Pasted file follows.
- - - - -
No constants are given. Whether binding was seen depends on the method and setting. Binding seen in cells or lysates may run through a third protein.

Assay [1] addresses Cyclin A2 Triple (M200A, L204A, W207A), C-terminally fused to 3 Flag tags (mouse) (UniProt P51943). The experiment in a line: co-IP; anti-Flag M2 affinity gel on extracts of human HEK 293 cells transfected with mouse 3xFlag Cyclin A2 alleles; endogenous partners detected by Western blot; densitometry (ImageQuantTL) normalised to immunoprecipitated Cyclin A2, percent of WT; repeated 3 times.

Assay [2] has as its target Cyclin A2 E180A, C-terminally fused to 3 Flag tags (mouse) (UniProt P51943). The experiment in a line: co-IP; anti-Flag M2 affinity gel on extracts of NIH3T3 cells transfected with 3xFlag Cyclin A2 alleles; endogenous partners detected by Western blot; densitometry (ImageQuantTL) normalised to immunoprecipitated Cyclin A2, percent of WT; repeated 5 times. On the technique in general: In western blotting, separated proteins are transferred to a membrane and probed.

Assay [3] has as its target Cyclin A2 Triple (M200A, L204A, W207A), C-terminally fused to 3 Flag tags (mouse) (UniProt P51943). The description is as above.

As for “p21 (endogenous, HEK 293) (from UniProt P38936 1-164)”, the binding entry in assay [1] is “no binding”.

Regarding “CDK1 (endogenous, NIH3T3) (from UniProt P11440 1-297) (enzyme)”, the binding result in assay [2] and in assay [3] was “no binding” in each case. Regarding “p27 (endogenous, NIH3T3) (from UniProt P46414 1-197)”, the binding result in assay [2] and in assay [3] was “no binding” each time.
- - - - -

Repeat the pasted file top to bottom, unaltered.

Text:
No constants are given. Whether binding was seen depends on the method and setting. Binding seen in cells or lysates may run through a third protein.

Assay [1] addresses Cyclin A2 Triple (M200A, L204A, W207A), C-terminally fused to 3 Flag tags (mouse) (UniProt P51943). The experiment in a line: co-IP; anti-Flag M2 affinity gel on extracts of human HEK 293 cells transfected with mouse 3xFlag Cyclin A2 alleles; endogenous partners detected by Western blot; densitometry (ImageQuantTL) normalised to immunoprecipitated Cyclin A2, percent of WT; repeated 3 times.

Assay [2] has as its target Cyclin A2 E180A, C-terminally fused to 3 Flag tags (mouse) (UniProt P51943). The experiment in a line: co-IP; anti-Flag M2 affinity gel on extracts of NIH3T3 cells transfected with 3xFlag Cyclin A2 alleles; endogenous partners detected by Western blot; densitometry (ImageQuantTL) normalised to immunoprecipitated Cyclin A2, percent of WT; repeated 5 times. On the technique in general: In western blotting, separated proteins are transferred to a membrane and probed.

Assay [3] has as its target Cyclin A2 Triple (M200A, L204A, W207A), C-terminally fused to 3 Flag tags (mouse) (UniProt P51943). The description is as above.

As for “p21 (endogenous, HEK 293) (from UniProt P38936 1-164)”, the binding entry in assay [1] is “no binding”.

Regarding “CDK1 (endogenous, NIH3T3) (from UniProt P11440 1-297) (enzyme)”, the binding result in assay [2] and in assay [3] was “no binding” in each case. Regarding “p27 (endogenous, NIH3T3) (from UniProt P46414 1-197)”, the binding result in assay [2] and in assay [3] was “no binding” each time.